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Creators/Authors contains: "Neylan, Isabelle P."

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  1. Abstract

    Understanding the mechanisms by which individual organisms respond and populations adapt to global climate change is a critical challenge. The role of plasticity and acclimation, within and across generations, may be essential given the pace of change. We investigated plasticity across generations and life stages in response to ocean acidification (OA), which poses a growing threat to both wild populations and the sustainable aquaculture of shellfish. Most studies of OA on shellfish focus on acute effects, and less is known regarding the longer term carryover effects that may manifest within or across generations. We assessed these longer term effects in red abalone (Haliotis rufescens) using a multi‐generational split‐brood experiment. We spawned adults raised in ambient conditions to create offspring that we then exposed to high pCO2(1180 μatm; simulating OA) or low pCO2(450 μatm; control or ambient conditions) during the first 3 months of life. We then allowed these animals to reach maturity in ambient common garden conditions for 4 years before returning the adults into high or low pCO2treatments for 11 months and measuring growth and reproductive potential. Early‐life exposure to OA in the F1 generation decreased adult growth rate even after 5 years especially when abalone were re‐exposed to OA as adults. Adult but not early‐life exposure to OA negatively impacted fecundity. We then exposed the F2 offspring to high or low pCO2treatments for the first 3 months of life in a fully factorial, split‐brood design. We found negative transgenerational effects of parental OA exposure on survival and growth of F2 offspring, in addition to significant direct effects of OA on F2 survival. These results show that the negative impacts of OA can last within and across generations, but that buffering against OA conditions at critical life‐history windows can mitigate these effects.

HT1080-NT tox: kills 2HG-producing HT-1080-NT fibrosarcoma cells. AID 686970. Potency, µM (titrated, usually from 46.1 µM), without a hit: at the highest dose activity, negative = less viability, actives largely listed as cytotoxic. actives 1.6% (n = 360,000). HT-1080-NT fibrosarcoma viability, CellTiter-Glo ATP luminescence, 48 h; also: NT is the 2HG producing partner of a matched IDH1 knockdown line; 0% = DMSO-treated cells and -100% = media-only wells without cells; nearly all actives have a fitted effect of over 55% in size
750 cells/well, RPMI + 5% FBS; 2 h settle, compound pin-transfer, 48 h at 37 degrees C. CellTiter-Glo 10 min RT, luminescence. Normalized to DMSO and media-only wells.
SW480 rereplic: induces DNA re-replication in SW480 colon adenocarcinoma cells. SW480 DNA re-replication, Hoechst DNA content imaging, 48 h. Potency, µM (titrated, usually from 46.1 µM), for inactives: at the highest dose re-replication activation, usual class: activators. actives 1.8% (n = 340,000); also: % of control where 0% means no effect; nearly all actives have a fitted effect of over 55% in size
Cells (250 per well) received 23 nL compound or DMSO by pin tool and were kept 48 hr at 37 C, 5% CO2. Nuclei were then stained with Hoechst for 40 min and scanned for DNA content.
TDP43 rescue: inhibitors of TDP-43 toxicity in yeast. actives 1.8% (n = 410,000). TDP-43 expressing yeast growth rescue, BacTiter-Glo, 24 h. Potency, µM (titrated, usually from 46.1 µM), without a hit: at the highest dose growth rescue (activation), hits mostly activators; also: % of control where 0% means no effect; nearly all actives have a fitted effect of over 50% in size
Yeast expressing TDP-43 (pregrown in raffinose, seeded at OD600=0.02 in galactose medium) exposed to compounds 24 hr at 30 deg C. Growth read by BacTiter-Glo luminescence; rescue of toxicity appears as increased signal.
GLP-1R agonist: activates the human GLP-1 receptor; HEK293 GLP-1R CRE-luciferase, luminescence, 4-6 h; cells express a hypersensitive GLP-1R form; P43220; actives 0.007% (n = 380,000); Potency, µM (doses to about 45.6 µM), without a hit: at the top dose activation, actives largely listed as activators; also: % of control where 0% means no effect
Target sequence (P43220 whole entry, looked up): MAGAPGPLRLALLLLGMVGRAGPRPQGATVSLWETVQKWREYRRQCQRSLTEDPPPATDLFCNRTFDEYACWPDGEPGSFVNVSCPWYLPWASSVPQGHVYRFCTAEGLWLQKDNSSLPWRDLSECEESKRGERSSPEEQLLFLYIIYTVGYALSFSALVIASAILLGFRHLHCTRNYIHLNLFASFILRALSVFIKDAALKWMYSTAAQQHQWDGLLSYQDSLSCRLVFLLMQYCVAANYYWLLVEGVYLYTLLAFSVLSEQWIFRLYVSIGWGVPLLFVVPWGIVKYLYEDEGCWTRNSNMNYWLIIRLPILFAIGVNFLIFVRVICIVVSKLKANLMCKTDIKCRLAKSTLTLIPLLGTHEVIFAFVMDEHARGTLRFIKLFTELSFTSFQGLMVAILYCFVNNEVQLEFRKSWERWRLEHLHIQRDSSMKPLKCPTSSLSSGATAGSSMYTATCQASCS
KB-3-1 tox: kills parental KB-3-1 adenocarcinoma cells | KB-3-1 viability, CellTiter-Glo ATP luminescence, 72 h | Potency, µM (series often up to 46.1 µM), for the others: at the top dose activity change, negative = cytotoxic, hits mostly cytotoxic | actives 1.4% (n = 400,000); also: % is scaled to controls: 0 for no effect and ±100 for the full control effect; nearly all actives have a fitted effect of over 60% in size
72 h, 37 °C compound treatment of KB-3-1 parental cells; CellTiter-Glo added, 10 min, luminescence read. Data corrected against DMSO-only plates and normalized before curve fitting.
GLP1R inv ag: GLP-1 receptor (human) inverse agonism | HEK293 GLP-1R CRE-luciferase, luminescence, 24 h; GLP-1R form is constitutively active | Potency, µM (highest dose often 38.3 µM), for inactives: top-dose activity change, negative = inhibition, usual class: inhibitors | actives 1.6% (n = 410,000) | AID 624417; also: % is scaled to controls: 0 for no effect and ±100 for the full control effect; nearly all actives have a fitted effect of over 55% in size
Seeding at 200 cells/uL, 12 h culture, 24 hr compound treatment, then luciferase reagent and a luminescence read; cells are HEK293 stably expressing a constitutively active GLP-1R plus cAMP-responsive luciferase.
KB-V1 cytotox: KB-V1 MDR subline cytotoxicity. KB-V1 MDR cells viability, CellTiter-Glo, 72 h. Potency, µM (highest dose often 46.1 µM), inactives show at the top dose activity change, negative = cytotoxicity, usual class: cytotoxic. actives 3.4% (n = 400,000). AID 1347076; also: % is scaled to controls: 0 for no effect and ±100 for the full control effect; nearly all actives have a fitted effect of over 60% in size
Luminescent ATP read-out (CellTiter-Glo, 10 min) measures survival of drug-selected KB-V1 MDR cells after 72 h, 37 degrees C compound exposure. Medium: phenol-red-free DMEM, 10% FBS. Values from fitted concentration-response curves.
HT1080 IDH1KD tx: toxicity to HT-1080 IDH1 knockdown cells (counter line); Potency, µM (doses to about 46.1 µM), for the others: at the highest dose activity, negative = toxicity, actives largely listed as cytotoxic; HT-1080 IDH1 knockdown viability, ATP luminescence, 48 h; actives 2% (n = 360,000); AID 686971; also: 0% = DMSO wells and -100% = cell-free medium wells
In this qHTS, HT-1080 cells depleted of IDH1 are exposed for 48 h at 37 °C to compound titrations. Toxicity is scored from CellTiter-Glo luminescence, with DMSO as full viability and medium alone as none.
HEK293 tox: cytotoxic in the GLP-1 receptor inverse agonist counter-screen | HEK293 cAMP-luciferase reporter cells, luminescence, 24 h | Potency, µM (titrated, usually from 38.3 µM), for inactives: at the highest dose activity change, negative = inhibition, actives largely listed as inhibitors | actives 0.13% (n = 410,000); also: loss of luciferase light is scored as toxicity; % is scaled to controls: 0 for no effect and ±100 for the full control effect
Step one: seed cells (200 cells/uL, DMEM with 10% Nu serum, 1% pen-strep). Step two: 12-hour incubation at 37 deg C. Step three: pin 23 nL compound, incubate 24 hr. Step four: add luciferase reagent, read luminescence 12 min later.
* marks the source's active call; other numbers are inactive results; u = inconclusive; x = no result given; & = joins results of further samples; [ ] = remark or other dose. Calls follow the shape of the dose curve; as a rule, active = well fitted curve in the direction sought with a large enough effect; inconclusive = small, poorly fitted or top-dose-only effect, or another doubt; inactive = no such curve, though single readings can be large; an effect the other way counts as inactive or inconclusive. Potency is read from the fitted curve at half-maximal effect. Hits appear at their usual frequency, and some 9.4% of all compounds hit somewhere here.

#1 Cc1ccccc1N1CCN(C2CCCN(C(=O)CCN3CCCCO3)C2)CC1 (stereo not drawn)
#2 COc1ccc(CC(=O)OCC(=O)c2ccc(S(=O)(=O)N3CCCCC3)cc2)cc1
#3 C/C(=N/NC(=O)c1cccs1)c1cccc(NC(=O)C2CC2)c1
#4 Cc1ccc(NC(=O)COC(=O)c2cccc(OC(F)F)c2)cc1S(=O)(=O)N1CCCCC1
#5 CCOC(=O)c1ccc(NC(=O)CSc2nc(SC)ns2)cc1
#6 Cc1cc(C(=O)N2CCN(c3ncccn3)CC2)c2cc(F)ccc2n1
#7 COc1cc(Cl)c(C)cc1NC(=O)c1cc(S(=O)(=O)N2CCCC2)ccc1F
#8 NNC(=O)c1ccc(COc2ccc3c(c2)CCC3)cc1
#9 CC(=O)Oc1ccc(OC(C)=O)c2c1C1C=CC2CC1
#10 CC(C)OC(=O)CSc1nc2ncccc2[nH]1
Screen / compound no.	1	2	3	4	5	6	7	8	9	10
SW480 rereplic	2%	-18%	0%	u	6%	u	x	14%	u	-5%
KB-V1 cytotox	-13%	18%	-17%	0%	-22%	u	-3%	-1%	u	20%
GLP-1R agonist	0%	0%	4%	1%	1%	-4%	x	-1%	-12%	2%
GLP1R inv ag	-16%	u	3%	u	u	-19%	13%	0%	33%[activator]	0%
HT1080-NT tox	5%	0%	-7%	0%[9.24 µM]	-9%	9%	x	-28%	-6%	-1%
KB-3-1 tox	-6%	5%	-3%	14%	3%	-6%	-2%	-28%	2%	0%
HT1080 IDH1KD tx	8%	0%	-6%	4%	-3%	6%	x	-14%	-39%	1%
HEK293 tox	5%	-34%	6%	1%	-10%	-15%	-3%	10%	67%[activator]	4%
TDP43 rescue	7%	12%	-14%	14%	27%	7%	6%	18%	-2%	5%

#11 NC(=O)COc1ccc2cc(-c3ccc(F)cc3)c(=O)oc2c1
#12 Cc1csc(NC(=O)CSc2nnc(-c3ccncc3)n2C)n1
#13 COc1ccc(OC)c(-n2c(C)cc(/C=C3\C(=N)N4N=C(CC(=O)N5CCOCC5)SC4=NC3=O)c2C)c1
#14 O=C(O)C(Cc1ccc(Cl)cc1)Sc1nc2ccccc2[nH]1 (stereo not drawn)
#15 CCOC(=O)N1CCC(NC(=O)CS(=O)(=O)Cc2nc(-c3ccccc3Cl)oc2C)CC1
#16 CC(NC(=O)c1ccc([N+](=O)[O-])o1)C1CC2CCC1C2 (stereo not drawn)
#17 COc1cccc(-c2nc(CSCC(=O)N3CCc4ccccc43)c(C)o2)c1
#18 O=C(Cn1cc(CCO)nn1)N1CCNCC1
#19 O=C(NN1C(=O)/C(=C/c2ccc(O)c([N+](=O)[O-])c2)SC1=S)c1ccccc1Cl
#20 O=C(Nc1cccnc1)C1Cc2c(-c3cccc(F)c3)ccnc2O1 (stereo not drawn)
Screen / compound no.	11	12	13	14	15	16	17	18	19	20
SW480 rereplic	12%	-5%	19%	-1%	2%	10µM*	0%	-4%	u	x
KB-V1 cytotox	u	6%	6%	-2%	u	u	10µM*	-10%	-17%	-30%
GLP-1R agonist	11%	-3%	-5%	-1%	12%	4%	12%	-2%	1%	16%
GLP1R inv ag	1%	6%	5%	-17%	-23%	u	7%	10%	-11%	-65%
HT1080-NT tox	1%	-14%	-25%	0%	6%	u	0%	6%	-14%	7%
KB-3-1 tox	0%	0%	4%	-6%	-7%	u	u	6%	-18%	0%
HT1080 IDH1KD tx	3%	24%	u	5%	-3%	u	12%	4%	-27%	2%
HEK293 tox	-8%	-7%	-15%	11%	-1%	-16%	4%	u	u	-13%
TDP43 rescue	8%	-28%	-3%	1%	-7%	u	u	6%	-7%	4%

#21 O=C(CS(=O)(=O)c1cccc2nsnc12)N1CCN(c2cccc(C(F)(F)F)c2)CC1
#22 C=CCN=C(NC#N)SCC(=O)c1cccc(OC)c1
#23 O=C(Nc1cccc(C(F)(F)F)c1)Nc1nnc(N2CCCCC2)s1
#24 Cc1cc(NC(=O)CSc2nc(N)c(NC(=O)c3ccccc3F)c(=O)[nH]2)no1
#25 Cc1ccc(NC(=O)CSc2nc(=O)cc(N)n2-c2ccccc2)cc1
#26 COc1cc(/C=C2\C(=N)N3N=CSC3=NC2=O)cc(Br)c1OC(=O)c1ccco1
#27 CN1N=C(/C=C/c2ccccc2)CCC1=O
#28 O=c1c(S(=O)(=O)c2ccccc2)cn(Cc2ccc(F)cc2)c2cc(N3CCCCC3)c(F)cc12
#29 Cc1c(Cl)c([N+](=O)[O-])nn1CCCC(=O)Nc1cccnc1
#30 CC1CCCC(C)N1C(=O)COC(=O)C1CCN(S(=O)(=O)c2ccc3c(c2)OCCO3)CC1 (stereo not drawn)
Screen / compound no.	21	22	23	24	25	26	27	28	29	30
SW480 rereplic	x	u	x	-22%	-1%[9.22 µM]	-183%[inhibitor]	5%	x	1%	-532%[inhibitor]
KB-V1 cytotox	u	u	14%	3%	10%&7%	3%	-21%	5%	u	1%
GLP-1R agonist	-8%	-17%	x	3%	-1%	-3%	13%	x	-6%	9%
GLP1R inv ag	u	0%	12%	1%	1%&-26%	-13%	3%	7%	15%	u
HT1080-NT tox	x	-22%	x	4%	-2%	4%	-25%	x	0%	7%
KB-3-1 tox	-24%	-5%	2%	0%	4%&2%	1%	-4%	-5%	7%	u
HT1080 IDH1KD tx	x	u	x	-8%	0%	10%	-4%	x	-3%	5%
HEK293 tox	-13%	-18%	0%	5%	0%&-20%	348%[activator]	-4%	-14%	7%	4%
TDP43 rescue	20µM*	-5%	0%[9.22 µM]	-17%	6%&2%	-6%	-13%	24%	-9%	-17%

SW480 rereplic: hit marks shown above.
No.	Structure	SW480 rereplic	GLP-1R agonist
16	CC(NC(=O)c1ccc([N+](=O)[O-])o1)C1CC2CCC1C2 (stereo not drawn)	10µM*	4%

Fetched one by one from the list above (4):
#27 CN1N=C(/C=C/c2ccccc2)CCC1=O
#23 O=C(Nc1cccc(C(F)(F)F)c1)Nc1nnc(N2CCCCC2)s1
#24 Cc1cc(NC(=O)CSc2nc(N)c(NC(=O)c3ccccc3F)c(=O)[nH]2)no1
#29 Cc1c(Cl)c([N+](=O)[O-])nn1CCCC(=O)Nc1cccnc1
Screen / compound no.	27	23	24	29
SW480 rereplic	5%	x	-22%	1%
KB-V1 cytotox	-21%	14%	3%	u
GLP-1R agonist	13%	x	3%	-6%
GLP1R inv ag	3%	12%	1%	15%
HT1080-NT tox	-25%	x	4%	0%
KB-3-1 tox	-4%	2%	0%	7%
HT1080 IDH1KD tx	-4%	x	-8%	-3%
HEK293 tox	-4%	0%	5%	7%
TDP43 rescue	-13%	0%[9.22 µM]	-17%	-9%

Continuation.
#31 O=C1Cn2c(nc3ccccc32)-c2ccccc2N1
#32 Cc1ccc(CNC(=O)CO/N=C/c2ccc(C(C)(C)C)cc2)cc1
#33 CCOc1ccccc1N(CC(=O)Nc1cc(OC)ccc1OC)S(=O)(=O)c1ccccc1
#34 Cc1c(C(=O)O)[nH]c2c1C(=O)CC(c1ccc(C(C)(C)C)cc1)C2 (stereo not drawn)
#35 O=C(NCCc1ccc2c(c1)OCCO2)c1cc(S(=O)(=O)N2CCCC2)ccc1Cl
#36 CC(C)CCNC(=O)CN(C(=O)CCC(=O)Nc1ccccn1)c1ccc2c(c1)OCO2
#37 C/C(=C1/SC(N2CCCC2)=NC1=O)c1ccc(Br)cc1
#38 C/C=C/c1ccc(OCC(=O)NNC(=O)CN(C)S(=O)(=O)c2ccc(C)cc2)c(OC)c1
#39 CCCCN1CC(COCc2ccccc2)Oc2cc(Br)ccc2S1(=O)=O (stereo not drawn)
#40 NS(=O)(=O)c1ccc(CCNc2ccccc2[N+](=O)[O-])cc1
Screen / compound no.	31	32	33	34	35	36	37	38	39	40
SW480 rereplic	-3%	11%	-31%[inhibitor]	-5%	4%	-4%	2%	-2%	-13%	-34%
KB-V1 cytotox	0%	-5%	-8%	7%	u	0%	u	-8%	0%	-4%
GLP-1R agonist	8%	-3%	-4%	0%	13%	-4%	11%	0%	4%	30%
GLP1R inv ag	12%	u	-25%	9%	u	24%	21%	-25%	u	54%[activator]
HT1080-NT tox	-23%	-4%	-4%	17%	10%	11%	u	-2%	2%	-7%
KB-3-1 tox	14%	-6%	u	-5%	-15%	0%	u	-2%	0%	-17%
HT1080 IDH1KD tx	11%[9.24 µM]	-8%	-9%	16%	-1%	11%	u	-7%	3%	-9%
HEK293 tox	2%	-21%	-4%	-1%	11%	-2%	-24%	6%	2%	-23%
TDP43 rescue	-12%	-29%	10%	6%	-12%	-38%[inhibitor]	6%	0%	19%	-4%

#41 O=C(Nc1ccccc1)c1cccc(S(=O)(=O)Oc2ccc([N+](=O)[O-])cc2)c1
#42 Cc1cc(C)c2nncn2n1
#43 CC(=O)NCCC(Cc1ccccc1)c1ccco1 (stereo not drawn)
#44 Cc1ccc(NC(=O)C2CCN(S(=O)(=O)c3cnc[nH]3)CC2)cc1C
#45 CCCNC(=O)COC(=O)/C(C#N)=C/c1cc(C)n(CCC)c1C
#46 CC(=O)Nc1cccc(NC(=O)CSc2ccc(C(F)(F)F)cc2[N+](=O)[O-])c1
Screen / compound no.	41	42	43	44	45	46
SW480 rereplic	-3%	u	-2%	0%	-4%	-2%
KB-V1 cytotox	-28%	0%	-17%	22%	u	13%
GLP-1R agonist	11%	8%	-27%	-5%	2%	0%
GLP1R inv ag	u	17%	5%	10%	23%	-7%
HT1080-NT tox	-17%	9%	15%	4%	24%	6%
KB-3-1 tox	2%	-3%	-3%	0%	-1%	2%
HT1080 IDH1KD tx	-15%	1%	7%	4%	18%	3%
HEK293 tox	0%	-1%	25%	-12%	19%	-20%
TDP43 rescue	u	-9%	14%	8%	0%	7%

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  2. Abstract

    Transgenerational plasticity (TGP)—when a parent or previous generation's environmental experience affects offspring phenotype without involving a genetic change—can be an important mechanism allowing for rapid adaptation. However, despite increasing numbers of empirical examples of TGP, there appears to be considerable variation in its strength and direction, yet limited understanding of what causes this variation. We compared patterns of TGP in response to stress across two populations with high versus low historical levels of stress exposure. Specifically, we expected that exposure to acute stress in the population experiencing historically high levels of stress would result in adaptive TGP or alternatively fixed tolerance (no parental effect), whereas the population with low levels of historical exposure would result in negative parental carryover effects. Using a common sessile marine invertebrate,Bugula neritina, and a split brood design, we exposed parents from both populations to copper or control treatments in the laboratory and then had them brood copper‐naïve larvae. We then exposed half of each larval brood to copper and half to control conditions before allowing them to grow to maturity in the field. Maternal copper exposure had a strong negative carryover effect on adult offspring growth and survival in the population without historical exposure, especially when larvae themselves were exposed to copper. We found little to no maternal or offspring treatment effect on adult growth and survival in the population with a history of copper exposure. However, parents from this population produced larger larvae on average and were able to increase the size of their larvae in response to copper exposure, providing a potential mechanism for maintaining fitness and suggesting TGP through maternal provisioning. These results indicate that the ability to adjust offspring phenotype via TGP may be a locally adapted trait and potentially influenced by past patterns of exposure.

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